To call me a whore and my child a sin

because of no golden ring.

Shamed to silence I can never tell,

guilt is stuck in my throat,

memories rise and I swallow the hard truth,

that remains stuck beneath my broken heart.

Brainwashed by the cloth and the habit

to leave what was mine behind,

Yet, they will always be with me

underneath a blanket of guilt and shame.

A warning to you, who wore the golden ring married to Christ.

The future WILL find the cess pits and other humanitarian crimes.

Feathered Wings

(In memory of the children and babies)

Lay broken in a home with no care

the only warmth you feel are the sunrays on your skin,

the silence and no children’s laughter is deafening.

Lack of empathy no compassion is shown

cold comfort is dished out by the bucket load.

Lullaby to lay you down on feathered wings,

softly, gently send you to sleep.

To another time and place

a future where your pain will be released,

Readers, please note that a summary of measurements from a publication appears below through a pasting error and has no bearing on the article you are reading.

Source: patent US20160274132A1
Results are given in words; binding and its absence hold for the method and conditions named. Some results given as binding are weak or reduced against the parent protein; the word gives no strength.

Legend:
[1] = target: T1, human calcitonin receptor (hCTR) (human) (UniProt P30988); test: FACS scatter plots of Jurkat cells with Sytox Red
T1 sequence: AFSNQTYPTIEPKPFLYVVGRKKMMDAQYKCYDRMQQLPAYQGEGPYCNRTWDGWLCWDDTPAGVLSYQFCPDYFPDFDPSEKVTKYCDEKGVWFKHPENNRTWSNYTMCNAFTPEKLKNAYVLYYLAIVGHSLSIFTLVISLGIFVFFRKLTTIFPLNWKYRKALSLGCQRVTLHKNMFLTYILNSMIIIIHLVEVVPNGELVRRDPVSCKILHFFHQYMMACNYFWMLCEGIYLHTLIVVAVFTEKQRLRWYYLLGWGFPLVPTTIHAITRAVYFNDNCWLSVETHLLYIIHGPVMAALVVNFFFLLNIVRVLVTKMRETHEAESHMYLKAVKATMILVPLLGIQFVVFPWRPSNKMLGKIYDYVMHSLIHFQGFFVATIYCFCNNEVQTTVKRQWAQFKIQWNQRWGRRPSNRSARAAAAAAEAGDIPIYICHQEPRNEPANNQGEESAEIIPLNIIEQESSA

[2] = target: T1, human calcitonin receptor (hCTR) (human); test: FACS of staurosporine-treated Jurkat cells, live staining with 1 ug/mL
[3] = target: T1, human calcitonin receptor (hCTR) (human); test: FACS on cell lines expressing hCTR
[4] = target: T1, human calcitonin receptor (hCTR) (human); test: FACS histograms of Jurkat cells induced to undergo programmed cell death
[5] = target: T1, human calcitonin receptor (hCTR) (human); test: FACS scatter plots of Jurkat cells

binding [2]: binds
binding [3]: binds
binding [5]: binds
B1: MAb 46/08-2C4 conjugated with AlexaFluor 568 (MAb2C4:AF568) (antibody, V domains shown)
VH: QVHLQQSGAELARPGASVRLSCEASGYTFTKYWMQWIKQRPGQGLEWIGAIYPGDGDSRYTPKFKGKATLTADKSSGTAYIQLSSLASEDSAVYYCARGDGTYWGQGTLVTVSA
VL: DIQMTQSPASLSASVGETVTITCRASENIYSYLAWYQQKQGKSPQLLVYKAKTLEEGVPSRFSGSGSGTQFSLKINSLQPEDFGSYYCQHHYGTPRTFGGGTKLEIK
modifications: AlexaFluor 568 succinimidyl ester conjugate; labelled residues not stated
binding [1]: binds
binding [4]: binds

into the arms of the truth sayers in words and songs.

Never to be forgotten and your 796 names

will live on.

By Julie Pritchard, 4th June 2020

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A COLLECTION OF MY POEMS ON ELY MEMORIES.

All poems on Ely memories are written by me.

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When I grew up in Ely I often went carolling. To the posh houses on Cowbridge road and sometimes I ventured down Birdies Lane to Fairwater and onto Bwlch Road to even more posh houses. From the money I earned I would buy presents for my parents. Mama a brass ornament from The Bon March. Then next door to Crocker’s newsagent and a tin of Tom Thumb cigars for Dada. One memory that always stayed with me was Christmas Eve 1969 and the memory is in the poem below

What a Disguise.

The smell of turkey lingers in the air as we took our time walking up the stairs

Eldest brother a box bedroom of his own I snuggled up to little brother

two little sister’s top and tail.

Minds empty of sleep our bellies full with excitement of what he will bring.